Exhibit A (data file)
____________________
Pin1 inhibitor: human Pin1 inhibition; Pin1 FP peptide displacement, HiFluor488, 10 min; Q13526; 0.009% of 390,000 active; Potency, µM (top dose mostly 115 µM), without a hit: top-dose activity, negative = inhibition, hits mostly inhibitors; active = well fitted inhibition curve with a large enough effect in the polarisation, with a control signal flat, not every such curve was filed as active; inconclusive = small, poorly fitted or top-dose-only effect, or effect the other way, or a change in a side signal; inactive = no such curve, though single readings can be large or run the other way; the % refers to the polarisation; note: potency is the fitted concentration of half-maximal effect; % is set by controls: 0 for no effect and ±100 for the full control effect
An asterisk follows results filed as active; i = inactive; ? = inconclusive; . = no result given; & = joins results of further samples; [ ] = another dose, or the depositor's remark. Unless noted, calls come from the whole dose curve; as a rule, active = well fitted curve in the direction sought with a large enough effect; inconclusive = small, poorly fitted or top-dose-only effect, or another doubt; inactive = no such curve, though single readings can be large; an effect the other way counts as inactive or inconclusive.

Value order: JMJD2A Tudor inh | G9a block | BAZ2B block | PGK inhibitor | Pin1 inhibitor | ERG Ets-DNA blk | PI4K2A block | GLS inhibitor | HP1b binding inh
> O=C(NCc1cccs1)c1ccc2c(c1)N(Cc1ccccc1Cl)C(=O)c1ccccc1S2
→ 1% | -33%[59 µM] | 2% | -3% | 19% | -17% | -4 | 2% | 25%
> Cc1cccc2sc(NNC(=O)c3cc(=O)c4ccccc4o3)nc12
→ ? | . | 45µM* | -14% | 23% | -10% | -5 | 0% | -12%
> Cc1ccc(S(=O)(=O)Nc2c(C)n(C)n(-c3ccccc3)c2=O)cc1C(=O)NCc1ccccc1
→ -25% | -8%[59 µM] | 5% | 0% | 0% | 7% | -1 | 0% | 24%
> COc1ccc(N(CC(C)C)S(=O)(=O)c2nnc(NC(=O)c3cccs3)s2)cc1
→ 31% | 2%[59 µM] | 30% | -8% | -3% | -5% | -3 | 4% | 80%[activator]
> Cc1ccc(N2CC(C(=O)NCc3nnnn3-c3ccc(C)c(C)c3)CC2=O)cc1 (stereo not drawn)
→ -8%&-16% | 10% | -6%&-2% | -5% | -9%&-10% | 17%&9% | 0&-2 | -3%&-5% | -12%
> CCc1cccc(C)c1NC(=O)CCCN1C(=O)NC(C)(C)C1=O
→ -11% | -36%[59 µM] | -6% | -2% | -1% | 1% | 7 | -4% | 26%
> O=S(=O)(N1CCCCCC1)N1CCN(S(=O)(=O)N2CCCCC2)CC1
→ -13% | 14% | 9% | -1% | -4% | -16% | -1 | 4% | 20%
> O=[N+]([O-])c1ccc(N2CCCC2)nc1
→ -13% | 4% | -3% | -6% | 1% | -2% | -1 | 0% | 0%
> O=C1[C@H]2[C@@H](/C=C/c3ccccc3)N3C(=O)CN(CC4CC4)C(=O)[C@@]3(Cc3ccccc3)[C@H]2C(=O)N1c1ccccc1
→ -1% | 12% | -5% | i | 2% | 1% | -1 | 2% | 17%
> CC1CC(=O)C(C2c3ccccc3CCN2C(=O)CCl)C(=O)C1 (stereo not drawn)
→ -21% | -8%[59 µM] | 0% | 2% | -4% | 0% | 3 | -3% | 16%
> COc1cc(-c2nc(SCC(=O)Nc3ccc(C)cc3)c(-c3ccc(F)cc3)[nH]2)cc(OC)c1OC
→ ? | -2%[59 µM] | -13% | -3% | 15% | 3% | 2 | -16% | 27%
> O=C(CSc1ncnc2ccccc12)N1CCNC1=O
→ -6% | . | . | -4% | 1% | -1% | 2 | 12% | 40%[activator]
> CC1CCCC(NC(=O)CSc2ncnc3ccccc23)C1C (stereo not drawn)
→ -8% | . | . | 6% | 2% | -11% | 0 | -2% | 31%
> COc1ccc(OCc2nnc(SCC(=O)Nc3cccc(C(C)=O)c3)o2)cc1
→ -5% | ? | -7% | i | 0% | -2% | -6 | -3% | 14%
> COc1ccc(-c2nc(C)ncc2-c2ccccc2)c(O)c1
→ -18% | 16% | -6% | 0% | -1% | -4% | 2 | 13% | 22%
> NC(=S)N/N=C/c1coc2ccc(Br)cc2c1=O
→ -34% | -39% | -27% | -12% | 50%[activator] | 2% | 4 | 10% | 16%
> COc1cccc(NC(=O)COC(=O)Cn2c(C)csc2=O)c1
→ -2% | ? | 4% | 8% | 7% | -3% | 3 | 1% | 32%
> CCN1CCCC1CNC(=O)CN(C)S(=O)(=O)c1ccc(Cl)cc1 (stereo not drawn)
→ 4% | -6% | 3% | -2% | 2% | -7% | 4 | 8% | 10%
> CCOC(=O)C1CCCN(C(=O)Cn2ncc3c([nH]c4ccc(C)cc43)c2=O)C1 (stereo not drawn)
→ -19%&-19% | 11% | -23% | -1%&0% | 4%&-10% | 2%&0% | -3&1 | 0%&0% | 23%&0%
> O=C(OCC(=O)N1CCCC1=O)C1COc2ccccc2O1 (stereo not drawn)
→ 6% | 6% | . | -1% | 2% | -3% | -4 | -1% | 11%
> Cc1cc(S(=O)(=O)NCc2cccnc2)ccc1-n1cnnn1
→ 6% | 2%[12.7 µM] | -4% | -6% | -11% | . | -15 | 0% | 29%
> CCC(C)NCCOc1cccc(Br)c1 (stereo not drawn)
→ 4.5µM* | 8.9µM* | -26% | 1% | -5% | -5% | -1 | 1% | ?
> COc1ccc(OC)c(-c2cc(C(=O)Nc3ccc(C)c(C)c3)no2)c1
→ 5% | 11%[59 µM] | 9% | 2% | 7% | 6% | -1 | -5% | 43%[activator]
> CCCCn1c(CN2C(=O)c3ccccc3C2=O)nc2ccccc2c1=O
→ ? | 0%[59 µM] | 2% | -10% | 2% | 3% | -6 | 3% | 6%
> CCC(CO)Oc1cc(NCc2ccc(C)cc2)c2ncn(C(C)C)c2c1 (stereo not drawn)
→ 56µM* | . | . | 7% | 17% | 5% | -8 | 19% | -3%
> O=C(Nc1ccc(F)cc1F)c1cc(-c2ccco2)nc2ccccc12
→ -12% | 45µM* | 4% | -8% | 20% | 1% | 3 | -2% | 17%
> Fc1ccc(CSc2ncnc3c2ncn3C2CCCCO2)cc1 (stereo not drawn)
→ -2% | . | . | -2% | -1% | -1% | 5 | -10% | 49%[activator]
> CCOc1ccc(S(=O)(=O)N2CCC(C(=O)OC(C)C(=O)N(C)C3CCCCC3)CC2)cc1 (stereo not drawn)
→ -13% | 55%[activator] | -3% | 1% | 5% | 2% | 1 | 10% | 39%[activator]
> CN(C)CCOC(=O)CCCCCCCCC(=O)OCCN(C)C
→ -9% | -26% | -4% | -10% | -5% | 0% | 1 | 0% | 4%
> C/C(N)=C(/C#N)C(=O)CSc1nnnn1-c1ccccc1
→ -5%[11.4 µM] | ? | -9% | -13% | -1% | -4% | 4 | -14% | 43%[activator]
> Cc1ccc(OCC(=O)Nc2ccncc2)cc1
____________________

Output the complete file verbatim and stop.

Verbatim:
Pin1 inhibitor: human Pin1 inhibition; Pin1 FP peptide displacement, HiFluor488, 10 min; Q13526; 0.009% of 390,000 active; Potency, µM (top dose mostly 115 µM), without a hit: top-dose activity, negative = inhibition, hits mostly inhibitors; active = well fitted inhibition curve with a large enough effect in the polarisation, with a control signal flat, not every such curve was filed as active; inconclusive = small, poorly fitted or top-dose-only effect, or effect the other way, or a change in a side signal; inactive = no such curve, though single readings can be large or run the other way; the % refers to the polarisation; note: potency is the fitted concentration of half-maximal effect; % is set by controls: 0 for no effect and ±100 for the full control effect
An asterisk follows results filed as active; i = inactive; ? = inconclusive; . = no result given; & = joins results of further samples; [ ] = another dose, or the depositor's remark. Unless noted, calls come from the whole dose curve; as a rule, active = well fitted curve in the direction sought with a large enough effect; inconclusive = small, poorly fitted or top-dose-only effect, or another doubt; inactive = no such curve, though single readings can be large; an effect the other way counts as inactive or inconclusive.

Value order: JMJD2A Tudor inh | G9a block | BAZ2B block | PGK inhibitor | Pin1 inhibitor | ERG Ets-DNA blk | PI4K2A block | GLS inhibitor | HP1b binding inh
> O=C(NCc1cccs1)c1ccc2c(c1)N(Cc1ccccc1Cl)C(=O)c1ccccc1S2
→ 1% | -33%[59 µM] | 2% | -3% | 19% | -17% | -4 | 2% | 25%
> Cc1cccc2sc(NNC(=O)c3cc(=O)c4ccccc4o3)nc12
→ ? | . | 45µM* | -14% | 23% | -10% | -5 | 0% | -12%
> Cc1ccc(S(=O)(=O)Nc2c(C)n(C)n(-c3ccccc3)c2=O)cc1C(=O)NCc1ccccc1
→ -25% | -8%[59 µM] | 5% | 0% | 0% | 7% | -1 | 0% | 24%
> COc1ccc(N(CC(C)C)S(=O)(=O)c2nnc(NC(=O)c3cccs3)s2)cc1
→ 31% | 2%[59 µM] | 30% | -8% | -3% | -5% | -3 | 4% | 80%[activator]
> Cc1ccc(N2CC(C(=O)NCc3nnnn3-c3ccc(C)c(C)c3)CC2=O)cc1 (stereo not drawn)
→ -8%&-16% | 10% | -6%&-2% | -5% | -9%&-10% | 17%&9% | 0&-2 | -3%&-5% | -12%
> CCc1cccc(C)c1NC(=O)CCCN1C(=O)NC(C)(C)C1=O
→ -11% | -36%[59 µM] | -6% | -2% | -1% | 1% | 7 | -4% | 26%
> O=S(=O)(N1CCCCCC1)N1CCN(S(=O)(=O)N2CCCCC2)CC1
→ -13% | 14% | 9% | -1% | -4% | -16% | -1 | 4% | 20%
> O=[N+]([O-])c1ccc(N2CCCC2)nc1
→ -13% | 4% | -3% | -6% | 1% | -2% | -1 | 0% | 0%
> O=C1[C@H]2[C@@H](/C=C/c3ccccc3)N3C(=O)CN(CC4CC4)C(=O)[C@@]3(Cc3ccccc3)[C@H]2C(=O)N1c1ccccc1
→ -1% | 12% | -5% | i | 2% | 1% | -1 | 2% | 17%
> CC1CC(=O)C(C2c3ccccc3CCN2C(=O)CCl)C(=O)C1 (stereo not drawn)
→ -21% | -8%[59 µM] | 0% | 2% | -4% | 0% | 3 | -3% | 16%
> COc1cc(-c2nc(SCC(=O)Nc3ccc(C)cc3)c(-c3ccc(F)cc3)[nH]2)cc(OC)c1OC
→ ? | -2%[59 µM] | -13% | -3% | 15% | 3% | 2 | -16% | 27%
> O=C(CSc1ncnc2ccccc12)N1CCNC1=O
→ -6% | . | . | -4% | 1% | -1% | 2 | 12% | 40%[activator]
> CC1CCCC(NC(=O)CSc2ncnc3ccccc23)C1C (stereo not drawn)
→ -8% | . | . | 6% | 2% | -11% | 0 | -2% | 31%
> COc1ccc(OCc2nnc(SCC(=O)Nc3cccc(C(C)=O)c3)o2)cc1
→ -5% | ? | -7% | i | 0% | -2% | -6 | -3% | 14%
> COc1ccc(-c2nc(C)ncc2-c2ccccc2)c(O)c1
→ -18% | 16% | -6% | 0% | -1% | -4% | 2 | 13% | 22%
> NC(=S)N/N=C/c1coc2ccc(Br)cc2c1=O
→ -34% | -39% | -27% | -12% | 50%[activator] | 2% | 4 | 10% | 16%
> COc1cccc(NC(=O)COC(=O)Cn2c(C)csc2=O)c1
→ -2% | ? | 4% | 8% | 7% | -3% | 3 | 1% | 32%
> CCN1CCCC1CNC(=O)CN(C)S(=O)(=O)c1ccc(Cl)cc1 (stereo not drawn)
→ 4% | -6% | 3% | -2% | 2% | -7% | 4 | 8% | 10%
> CCOC(=O)C1CCCN(C(=O)Cn2ncc3c([nH]c4ccc(C)cc43)c2=O)C1 (stereo not drawn)
→ -19%&-19% | 11% | -23% | -1%&0% | 4%&-10% | 2%&0% | -3&1 | 0%&0% | 23%&0%
> O=C(OCC(=O)N1CCCC1=O)C1COc2ccccc2O1 (stereo not drawn)
→ 6% | 6% | . | -1% | 2% | -3% | -4 | -1% | 11%
> Cc1cc(S(=O)(=O)NCc2cccnc2)ccc1-n1cnnn1
→ 6% | 2%[12.7 µM] | -4% | -6% | -11% | . | -15 | 0% | 29%
> CCC(C)NCCOc1cccc(Br)c1 (stereo not drawn)
→ 4.5µM* | 8.9µM* | -26% | 1% | -5% | -5% | -1 | 1% | ?
> COc1ccc(OC)c(-c2cc(C(=O)Nc3ccc(C)c(C)c3)no2)c1
→ 5% | 11%[59 µM] | 9% | 2% | 7% | 6% | -1 | -5% | 43%[activator]
> CCCCn1c(CN2C(=O)c3ccccc3C2=O)nc2ccccc2c1=O
→ ? | 0%[59 µM] | 2% | -10% | 2% | 3% | -6 | 3% | 6%
> CCC(CO)Oc1cc(NCc2ccc(C)cc2)c2ncn(C(C)C)c2c1 (stereo not drawn)
→ 56µM* | . | . | 7% | 17% | 5% | -8 | 19% | -3%
> O=C(Nc1ccc(F)cc1F)c1cc(-c2ccco2)nc2ccccc12
→ -12% | 45µM* | 4% | -8% | 20% | 1% | 3 | -2% | 17%
> Fc1ccc(CSc2ncnc3c2ncn3C2CCCCO2)cc1 (stereo not drawn)
→ -2% | . | . | -2% | -1% | -1% | 5 | -10% | 49%[activator]
> CCOc1ccc(S(=O)(=O)N2CCC(C(=O)OC(C)C(=O)N(C)C3CCCCC3)CC2)cc1 (stereo not drawn)
→ -13% | 55%[activator] | -3% | 1% | 5% | 2% | 1 | 10% | 39%[activator]
> CN(C)CCOC(=O)CCCCCCCCC(=O)OCCN(C)C
→ -9% | -26% | -4% | -10% | -5% | 0% | 1 | 0% | 4%
> C/C(N)=C(/C#N)C(=O)CSc1nnnn1-c1ccccc1
→ -5%[11.4 µM] | ? | -9% | -13% | -1% | -4% | 4 | -14% | 43%[activator]
> Cc1ccc(OCC(=O)Nc2ccncc2)cc1